Volume is the Reps x Set x Weight Used. It can also be called the amount of work done by the muscle groups during a certain workout. When designing a program, it is not as important to consider as reps and sets, but it is a good gauge to understand how much stress you are putting on the body. One piece of information to know about volume is that if you have one person performing strength work with lower reps and higher sets, and another person aiming for muscle growth (hypertrophy) with higher reps and lower sets, if you equate the volume, their muscle mass gains will be similar. However, the strength person will typically add on more strength than the hypertrophy person. Before it seems like you should just focus on strength though, it takes 2-3x longer to perform these strength focused programs if you want to equate volume.

Frequency is how many times per week you hit a different muscle group. Research has been showing that hitting a muscle group multiple times per week is superior to only hitting it once a week. Therefore, you should aim to hit a muscle group at least twice a week. It should also be noted that depending on how hard you work a muscle during a workout, it could need 48-72 hours to recover before you hit it again.

Timing is how long each rep takes to perform. For safety and avoiding injuries, it is much better to do slower reps where you take 1-2 seconds on the concentric phase of the exercise and 2-4 seconds on the eccentric phase of the exercise (e.g. for a bicep curl, the up is concentric and down is eccentric). Furthermore, research shows that slower reps are better for hypertrophy style training. You would typically only want to perform fast explosive reps when you are training for explosive power, and do so only on exercises that are meant for this. Fast reps where you do not control the weight on many exercises are how you injure yourself and they are usually counterproductive to your goals.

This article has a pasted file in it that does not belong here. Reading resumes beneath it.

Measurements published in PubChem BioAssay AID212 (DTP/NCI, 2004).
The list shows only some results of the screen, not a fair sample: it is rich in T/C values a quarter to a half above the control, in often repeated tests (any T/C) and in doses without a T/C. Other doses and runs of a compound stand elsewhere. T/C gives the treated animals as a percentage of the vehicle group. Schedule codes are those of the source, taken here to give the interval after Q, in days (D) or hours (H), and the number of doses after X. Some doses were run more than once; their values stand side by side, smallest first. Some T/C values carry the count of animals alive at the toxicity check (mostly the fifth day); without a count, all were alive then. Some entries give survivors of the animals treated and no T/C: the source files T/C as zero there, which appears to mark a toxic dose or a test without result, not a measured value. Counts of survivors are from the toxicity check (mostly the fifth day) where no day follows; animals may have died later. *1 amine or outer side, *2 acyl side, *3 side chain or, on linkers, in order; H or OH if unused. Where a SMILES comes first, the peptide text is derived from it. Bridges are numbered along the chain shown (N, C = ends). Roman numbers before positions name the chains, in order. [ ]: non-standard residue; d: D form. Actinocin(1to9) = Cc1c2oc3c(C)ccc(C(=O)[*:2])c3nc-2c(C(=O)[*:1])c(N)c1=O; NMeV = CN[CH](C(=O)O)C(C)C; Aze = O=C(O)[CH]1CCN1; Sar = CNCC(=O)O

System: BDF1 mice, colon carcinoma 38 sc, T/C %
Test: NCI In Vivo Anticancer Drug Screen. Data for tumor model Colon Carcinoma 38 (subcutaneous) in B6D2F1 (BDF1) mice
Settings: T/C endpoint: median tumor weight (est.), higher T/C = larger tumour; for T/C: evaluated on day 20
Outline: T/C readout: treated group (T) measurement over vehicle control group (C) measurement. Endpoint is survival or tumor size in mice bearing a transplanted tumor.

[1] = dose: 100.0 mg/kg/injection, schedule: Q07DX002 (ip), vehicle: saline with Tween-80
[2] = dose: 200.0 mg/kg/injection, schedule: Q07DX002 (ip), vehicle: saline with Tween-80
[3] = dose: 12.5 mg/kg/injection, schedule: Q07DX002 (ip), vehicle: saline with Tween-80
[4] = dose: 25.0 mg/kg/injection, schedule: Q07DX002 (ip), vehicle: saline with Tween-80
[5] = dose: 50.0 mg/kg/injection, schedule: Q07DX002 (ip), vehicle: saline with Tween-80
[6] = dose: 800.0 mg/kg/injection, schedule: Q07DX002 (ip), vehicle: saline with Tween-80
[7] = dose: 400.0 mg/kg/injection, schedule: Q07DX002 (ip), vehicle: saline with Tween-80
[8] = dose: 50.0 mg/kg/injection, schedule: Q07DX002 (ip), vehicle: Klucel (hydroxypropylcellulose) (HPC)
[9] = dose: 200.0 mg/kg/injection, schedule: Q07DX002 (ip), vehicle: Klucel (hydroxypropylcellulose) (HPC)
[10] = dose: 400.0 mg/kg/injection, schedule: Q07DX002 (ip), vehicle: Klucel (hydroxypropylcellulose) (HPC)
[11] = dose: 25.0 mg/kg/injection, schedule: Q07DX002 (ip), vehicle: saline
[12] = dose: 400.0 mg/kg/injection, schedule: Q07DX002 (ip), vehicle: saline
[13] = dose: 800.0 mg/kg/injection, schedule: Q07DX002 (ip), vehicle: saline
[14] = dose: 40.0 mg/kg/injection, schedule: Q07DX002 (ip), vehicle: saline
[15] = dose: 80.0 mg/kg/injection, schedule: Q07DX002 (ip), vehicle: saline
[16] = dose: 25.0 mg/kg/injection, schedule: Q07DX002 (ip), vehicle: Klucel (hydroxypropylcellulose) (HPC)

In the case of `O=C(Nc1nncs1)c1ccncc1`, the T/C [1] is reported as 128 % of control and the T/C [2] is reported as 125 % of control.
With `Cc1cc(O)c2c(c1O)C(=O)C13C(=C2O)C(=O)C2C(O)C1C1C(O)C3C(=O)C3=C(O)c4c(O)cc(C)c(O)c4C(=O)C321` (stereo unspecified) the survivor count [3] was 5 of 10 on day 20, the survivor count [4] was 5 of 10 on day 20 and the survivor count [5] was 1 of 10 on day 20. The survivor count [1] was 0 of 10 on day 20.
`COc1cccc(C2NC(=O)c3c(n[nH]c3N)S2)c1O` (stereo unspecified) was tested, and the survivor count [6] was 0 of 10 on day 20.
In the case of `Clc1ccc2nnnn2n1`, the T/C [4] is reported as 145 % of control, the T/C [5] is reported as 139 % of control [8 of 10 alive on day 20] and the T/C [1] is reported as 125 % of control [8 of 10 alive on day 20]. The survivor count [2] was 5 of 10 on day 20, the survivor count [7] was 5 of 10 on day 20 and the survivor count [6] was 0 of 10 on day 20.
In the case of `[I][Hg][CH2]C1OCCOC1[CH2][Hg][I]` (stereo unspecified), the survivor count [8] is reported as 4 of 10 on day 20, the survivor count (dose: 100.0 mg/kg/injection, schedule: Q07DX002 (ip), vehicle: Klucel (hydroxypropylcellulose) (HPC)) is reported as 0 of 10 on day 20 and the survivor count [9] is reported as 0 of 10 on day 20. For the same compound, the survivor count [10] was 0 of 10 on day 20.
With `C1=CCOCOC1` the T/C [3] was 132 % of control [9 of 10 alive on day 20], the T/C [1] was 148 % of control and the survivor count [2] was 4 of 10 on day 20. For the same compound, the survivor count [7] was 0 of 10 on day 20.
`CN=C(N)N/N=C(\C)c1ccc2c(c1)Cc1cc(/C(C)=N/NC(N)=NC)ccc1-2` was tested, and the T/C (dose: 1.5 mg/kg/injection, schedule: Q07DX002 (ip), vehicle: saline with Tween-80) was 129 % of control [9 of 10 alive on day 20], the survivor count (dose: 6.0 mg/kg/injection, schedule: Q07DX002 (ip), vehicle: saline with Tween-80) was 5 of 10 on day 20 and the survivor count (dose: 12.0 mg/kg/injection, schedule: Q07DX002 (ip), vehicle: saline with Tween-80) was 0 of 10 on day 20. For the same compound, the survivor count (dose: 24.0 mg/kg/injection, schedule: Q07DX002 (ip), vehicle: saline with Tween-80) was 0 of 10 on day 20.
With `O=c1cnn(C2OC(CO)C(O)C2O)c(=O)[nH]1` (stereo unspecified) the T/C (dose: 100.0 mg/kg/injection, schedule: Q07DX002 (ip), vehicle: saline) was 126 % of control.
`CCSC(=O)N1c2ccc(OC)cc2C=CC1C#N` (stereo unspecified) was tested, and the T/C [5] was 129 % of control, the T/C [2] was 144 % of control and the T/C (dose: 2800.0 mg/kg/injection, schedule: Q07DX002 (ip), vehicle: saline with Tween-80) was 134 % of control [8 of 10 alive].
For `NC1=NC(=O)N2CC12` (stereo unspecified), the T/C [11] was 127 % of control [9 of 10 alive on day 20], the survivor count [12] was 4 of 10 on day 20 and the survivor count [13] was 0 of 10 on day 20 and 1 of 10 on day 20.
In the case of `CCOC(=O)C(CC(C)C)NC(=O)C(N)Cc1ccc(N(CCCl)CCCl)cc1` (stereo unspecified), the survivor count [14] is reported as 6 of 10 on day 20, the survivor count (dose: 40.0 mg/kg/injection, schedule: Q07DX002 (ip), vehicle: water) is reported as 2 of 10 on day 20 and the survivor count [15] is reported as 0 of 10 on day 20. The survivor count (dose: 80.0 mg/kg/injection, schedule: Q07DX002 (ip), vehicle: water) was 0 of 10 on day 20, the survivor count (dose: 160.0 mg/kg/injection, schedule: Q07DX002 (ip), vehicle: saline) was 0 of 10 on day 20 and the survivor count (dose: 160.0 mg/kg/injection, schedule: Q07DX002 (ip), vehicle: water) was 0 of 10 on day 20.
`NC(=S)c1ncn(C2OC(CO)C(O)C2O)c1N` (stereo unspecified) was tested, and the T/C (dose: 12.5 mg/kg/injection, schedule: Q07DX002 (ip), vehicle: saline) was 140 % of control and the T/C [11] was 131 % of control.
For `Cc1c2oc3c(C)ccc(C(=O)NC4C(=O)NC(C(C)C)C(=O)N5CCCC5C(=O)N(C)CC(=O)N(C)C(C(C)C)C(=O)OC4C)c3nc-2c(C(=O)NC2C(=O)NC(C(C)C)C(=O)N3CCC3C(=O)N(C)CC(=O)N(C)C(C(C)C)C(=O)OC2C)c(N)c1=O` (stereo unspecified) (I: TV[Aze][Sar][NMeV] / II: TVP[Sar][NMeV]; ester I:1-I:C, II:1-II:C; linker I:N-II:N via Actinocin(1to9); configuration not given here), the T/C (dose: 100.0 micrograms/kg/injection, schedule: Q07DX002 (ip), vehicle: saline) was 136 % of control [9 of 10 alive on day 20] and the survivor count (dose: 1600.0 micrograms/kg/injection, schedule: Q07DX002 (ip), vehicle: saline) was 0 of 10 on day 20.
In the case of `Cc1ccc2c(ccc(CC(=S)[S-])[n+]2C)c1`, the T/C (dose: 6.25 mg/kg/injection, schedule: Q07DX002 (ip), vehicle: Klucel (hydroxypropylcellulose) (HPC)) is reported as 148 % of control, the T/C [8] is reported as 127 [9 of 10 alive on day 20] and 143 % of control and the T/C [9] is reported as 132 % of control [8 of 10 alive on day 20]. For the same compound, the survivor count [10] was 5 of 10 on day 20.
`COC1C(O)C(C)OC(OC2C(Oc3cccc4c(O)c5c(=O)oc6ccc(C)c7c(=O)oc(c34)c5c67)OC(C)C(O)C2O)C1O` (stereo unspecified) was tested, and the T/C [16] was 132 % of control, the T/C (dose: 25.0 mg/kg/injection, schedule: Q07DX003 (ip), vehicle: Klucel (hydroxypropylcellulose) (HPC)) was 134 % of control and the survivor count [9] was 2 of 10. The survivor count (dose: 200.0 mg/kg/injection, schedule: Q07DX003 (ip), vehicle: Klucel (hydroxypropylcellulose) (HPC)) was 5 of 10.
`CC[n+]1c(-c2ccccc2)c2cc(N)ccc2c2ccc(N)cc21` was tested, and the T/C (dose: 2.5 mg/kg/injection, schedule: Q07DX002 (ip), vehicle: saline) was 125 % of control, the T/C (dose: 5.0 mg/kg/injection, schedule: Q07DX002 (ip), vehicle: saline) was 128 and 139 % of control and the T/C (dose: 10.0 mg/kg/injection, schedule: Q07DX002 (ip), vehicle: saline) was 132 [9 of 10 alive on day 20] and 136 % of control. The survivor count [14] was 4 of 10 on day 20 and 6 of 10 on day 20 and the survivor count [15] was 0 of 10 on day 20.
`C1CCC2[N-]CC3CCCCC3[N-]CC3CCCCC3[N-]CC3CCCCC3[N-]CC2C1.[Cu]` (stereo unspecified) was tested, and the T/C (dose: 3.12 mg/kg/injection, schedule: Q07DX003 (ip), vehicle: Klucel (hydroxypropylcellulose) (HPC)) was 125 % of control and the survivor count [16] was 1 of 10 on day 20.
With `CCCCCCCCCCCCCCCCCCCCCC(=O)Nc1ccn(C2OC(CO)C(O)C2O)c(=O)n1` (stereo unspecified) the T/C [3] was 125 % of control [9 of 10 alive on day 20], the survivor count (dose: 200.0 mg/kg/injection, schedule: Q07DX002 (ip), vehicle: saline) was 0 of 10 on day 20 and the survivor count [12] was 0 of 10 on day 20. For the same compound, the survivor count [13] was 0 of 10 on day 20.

Rest is the recovery time between sets. Typically when training for hypertrophy, 60-120 second rest periods are ideal. However, when training for strength, longer rest periods of 120-240 seconds are better. Some strength athletes will take as long as 10 minutes between sets to allow their muscle to recover for maximum output, but that is just unrealistic for the average gym-goer. Listen to your body on this one and notice how you feel on different sets with different rest periods. These could change based on how you feel that day.

Conclusion

This is the basic formula I follow when designing a program for myself and for clients. By following this formula, 80% of the program falls into place. That remaining 20% are the little details that would take hours to get into. As a beginner, a simple program will be plenty to see the positive body changes we are all after. As we get more advanced, however, the 20% of little details can become more and more important. 

As I found out, along with many of my clients, a properly designed program can lead to greater results than seemed previously possible. Are you leaving results on the table? Enter your information into the contact form found HERE for a free 30 minute consultation!